The curtain fell on 'The King and I' at the Pavilion Theatre in Glasgow before a single audience member had the chance to enjoy the Apollo Players' interpretation of the Rogers & Hammerstein classic. The Glasgow-based music and theatrical production company had planned to stage the musical from 11-14 November 2015, however, due to safety concerns over the fire-proofing of the scenery, the theatre pulled the plug and fans have been left waiting in the wings for the production to be rescheduled.

It is crucial to have good health and safety practice in theatres to ensure the safety of the performers, the crew, the audience and the equipment used. According to the Health and Safety Executive (HSE), most injuries in the theatre industry are related to work at height and manual handling. Theatre shows require considerable preparation, especially when the production is travelling around the country and individuals are working to tight timescales. For example, lights, scenery and sound equipment need to be set up, resulting in the moving of many awkward and heavy loads, and scaling heights to ensure that they are working correctly, raising the risk of injury.

The Work at Height Regulations 2005 impose duties on employers, the self-employed and anyone else in control of work at height, in order to prevent injuries caused by falls. Employers, and those in control of any work at height, must ensure that it such work is properly planned and organised, and that the correct type of equipment is used. The risk must be assessed before the task is carried out, and this includes assessing, and then controlling, the risk of falling objects.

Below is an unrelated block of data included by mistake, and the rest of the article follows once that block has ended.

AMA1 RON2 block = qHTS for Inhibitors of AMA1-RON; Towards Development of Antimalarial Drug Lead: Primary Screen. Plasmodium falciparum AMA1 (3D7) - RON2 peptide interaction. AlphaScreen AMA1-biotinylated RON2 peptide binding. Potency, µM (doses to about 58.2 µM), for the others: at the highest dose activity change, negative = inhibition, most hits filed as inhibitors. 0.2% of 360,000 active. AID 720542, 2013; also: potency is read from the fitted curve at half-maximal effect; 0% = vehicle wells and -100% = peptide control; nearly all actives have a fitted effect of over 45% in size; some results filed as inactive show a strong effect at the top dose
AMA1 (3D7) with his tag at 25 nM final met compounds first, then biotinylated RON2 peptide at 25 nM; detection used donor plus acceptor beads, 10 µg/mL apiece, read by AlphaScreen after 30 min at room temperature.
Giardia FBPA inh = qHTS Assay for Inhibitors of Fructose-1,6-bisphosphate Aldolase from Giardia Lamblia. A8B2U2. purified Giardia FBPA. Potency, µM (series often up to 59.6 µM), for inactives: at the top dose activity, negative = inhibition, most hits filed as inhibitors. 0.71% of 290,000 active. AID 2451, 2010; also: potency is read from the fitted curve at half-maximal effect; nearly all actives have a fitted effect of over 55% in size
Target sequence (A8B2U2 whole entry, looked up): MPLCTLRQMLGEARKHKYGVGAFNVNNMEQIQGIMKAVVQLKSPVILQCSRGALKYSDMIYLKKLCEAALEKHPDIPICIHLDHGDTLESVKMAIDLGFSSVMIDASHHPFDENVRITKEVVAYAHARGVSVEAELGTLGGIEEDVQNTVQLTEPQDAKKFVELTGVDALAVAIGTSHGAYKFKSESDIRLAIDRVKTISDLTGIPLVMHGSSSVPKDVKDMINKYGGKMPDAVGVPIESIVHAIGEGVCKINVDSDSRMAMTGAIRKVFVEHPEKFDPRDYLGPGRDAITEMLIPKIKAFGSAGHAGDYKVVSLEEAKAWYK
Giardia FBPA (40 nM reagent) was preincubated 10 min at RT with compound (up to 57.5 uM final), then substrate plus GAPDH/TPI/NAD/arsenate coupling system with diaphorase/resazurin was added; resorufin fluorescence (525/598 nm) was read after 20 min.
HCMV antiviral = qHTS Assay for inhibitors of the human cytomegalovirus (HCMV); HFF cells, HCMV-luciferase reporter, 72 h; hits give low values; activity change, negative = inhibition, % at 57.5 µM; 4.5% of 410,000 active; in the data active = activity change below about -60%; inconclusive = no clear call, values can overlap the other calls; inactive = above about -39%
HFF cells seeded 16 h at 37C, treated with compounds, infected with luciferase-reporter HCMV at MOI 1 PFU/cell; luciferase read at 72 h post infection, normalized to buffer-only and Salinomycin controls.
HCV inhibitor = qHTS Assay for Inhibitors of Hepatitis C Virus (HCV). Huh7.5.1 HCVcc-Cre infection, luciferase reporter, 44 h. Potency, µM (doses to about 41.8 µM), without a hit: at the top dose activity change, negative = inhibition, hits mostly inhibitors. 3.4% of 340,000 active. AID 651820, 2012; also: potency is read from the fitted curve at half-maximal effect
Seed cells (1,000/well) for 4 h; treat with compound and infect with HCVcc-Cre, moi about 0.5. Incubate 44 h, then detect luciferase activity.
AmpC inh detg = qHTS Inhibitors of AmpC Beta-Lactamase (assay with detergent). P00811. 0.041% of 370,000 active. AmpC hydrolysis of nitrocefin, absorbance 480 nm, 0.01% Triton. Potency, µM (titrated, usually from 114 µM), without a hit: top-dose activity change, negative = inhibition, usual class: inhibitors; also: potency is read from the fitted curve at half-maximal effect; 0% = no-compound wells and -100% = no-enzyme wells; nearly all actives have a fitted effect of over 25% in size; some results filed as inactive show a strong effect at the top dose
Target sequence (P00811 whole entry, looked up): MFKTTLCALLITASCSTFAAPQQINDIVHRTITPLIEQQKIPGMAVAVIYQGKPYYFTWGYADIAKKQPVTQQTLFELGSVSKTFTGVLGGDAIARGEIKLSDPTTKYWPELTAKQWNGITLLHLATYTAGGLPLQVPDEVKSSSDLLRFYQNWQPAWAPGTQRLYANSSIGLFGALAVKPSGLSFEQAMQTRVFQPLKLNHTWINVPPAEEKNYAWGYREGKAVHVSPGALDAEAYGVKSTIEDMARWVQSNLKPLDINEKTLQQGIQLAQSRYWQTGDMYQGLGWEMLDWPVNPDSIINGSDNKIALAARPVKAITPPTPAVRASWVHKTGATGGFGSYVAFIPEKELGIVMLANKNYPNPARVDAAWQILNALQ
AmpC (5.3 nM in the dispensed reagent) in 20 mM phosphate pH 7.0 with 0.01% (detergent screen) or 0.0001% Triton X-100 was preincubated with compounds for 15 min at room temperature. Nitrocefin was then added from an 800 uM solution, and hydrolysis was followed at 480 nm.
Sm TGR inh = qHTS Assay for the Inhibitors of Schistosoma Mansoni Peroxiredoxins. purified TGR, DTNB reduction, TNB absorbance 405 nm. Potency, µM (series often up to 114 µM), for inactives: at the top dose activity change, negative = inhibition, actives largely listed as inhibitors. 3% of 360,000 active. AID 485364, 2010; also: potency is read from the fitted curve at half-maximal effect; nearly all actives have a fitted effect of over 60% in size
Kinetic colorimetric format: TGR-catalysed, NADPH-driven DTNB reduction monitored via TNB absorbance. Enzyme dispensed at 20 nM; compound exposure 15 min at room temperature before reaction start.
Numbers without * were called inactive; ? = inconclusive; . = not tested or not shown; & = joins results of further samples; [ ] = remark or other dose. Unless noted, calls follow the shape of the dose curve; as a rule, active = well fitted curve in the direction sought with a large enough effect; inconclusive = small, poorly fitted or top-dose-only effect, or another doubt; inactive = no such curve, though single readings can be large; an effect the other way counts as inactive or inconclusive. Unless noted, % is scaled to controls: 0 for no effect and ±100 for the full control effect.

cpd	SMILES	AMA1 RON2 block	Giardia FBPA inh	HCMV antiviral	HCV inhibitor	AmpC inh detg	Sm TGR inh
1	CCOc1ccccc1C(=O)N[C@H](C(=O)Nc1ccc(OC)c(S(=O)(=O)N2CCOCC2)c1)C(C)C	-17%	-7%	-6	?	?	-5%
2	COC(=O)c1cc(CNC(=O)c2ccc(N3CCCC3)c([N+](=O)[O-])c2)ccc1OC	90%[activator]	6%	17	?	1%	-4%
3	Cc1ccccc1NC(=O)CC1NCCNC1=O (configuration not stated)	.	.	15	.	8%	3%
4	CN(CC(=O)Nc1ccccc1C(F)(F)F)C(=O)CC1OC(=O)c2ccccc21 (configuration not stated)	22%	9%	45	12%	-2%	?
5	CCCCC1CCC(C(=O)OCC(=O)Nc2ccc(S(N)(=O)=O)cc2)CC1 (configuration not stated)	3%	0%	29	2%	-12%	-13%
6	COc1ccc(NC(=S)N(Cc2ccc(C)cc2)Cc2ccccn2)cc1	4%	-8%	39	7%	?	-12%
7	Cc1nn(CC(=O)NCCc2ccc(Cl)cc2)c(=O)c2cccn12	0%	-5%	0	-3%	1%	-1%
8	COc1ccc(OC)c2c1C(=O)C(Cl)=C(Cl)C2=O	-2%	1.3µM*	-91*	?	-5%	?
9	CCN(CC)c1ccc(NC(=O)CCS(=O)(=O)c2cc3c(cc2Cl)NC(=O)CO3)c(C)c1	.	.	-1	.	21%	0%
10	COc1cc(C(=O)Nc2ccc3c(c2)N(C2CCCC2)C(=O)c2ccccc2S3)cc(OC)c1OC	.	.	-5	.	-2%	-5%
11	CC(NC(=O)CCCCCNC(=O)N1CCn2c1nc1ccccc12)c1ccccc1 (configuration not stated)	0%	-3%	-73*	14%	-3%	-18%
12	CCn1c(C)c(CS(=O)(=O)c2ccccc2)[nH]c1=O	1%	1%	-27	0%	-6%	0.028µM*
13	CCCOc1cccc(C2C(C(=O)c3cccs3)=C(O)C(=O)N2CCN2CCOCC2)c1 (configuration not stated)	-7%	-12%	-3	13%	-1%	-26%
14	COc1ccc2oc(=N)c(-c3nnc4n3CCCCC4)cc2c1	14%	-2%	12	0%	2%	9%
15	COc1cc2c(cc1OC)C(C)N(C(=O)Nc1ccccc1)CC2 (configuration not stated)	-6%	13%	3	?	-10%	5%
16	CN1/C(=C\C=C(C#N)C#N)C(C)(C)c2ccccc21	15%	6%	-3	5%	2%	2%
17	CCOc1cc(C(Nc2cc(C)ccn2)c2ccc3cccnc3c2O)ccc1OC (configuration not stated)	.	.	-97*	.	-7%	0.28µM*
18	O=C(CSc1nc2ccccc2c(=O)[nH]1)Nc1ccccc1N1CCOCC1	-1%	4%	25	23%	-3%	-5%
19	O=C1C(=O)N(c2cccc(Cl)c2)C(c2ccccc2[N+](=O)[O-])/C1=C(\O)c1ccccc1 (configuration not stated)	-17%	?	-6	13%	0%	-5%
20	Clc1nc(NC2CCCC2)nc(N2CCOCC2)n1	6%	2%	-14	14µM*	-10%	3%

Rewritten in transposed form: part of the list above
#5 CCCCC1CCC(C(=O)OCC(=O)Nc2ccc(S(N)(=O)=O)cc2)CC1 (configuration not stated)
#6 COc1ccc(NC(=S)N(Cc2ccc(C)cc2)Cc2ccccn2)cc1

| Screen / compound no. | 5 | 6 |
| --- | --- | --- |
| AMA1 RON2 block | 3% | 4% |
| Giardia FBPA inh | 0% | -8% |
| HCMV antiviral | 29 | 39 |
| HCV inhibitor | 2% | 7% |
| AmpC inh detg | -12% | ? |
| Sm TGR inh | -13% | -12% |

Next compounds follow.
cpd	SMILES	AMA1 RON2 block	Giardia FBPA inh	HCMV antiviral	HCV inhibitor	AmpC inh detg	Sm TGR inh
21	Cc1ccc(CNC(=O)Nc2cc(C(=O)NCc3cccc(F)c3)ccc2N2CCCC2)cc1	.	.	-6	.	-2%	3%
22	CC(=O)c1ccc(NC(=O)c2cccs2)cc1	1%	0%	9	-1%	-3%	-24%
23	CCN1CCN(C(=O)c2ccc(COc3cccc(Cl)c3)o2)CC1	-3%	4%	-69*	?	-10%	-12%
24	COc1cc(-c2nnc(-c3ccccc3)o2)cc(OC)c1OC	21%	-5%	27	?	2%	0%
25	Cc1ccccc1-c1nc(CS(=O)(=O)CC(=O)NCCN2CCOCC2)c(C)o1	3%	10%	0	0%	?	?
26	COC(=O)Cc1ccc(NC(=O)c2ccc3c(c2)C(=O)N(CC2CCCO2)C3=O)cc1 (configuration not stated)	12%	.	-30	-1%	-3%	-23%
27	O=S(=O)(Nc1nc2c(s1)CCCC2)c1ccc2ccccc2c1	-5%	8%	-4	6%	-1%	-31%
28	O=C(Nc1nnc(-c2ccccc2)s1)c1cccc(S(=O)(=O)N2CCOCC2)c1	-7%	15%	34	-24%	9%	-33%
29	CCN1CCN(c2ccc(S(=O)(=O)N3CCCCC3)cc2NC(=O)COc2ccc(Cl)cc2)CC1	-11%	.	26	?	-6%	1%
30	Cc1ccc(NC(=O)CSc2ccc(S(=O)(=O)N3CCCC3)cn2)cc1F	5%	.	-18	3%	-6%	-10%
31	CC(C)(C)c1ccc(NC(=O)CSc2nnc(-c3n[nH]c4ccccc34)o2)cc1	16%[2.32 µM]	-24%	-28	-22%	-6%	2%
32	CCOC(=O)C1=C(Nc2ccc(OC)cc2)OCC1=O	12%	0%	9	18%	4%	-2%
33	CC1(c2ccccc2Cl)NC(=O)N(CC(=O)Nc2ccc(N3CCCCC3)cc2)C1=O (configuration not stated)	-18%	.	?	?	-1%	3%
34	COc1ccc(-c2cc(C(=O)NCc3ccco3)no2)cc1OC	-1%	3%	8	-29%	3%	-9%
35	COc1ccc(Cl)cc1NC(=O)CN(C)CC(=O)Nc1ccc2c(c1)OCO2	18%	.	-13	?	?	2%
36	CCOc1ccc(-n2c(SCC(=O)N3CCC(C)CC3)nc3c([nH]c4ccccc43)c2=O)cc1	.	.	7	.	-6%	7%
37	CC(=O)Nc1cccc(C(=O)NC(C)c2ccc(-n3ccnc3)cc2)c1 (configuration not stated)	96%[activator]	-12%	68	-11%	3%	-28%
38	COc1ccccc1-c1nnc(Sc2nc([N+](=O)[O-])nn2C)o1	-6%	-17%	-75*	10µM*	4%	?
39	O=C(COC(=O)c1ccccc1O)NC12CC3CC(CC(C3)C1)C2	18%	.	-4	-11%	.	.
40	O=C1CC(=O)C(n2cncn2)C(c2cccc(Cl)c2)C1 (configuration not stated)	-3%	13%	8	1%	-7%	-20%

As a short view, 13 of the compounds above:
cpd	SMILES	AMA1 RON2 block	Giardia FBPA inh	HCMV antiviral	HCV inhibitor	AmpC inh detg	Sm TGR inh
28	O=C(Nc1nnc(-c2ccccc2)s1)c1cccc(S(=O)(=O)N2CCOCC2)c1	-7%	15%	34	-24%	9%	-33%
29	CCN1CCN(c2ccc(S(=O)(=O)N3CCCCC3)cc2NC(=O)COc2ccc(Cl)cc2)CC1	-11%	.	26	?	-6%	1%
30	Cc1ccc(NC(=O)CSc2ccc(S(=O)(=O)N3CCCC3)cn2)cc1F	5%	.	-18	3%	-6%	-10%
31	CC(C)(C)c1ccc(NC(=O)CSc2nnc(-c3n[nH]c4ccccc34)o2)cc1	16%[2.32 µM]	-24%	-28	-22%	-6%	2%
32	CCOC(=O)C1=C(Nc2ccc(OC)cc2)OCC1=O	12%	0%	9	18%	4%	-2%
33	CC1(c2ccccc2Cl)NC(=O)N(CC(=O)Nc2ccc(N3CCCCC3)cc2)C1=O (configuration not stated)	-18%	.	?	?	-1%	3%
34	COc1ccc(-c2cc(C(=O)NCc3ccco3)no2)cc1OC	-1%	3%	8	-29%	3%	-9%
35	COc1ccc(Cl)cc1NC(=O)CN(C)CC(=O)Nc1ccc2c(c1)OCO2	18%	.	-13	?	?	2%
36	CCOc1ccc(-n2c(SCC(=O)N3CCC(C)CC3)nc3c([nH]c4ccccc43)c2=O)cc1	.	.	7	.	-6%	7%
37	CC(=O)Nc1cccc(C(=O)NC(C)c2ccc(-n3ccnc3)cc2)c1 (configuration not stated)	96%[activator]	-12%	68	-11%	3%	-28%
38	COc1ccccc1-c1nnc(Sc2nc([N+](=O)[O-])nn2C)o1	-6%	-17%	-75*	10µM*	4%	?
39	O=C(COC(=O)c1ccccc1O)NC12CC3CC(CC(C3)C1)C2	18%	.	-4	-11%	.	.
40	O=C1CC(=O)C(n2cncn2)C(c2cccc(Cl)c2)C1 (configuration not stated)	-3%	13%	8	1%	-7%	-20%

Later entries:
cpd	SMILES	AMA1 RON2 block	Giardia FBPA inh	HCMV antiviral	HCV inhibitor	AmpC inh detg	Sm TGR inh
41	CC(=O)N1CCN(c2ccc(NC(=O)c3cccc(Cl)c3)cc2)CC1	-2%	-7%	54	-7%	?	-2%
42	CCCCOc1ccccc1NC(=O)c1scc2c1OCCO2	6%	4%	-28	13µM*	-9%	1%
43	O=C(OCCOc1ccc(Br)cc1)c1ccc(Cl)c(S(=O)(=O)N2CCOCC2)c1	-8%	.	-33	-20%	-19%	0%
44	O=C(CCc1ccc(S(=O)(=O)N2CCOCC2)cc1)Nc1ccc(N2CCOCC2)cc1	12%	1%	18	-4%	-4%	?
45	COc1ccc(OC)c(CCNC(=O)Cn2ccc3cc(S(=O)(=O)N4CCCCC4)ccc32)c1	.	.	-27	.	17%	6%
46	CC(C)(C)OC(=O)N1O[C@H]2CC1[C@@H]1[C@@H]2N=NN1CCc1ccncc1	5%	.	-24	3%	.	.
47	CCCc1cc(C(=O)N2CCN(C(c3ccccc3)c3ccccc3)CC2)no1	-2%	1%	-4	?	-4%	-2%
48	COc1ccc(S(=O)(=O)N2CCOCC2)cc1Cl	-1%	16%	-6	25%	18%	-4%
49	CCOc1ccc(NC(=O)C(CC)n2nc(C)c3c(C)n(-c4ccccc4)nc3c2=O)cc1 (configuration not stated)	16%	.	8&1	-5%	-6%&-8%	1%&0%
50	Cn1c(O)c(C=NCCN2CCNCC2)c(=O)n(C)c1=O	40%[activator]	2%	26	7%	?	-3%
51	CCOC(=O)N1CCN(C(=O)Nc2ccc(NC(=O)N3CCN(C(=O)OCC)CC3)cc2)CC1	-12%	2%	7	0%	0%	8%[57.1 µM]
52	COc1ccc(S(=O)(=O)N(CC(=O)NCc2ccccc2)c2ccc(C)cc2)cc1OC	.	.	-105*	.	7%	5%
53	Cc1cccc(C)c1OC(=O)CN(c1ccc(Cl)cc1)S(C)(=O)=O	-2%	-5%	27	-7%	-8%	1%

The HSE, in the first instance, recommends that work in theatres is not carried out at height. It suggests using auto focus or bounce lights, and bringing scenery items down to ground level for adjustment. However, this may not always be possible. As additional protection for theatre crew who do have to work at height, the HSE recommends the use of airbags, nets and inertia reel harnesses.

In short, to promote good health and safety in theatres and to reduce the risk of injury from working at height and manual handling, it is imperative that the risks are assessed and clear method statements are drawn up before the work is carried out. All employees should be familiar with the method statements and made aware of the risks. Only then will the show go on.

Contributor

Alison Waddell

Associate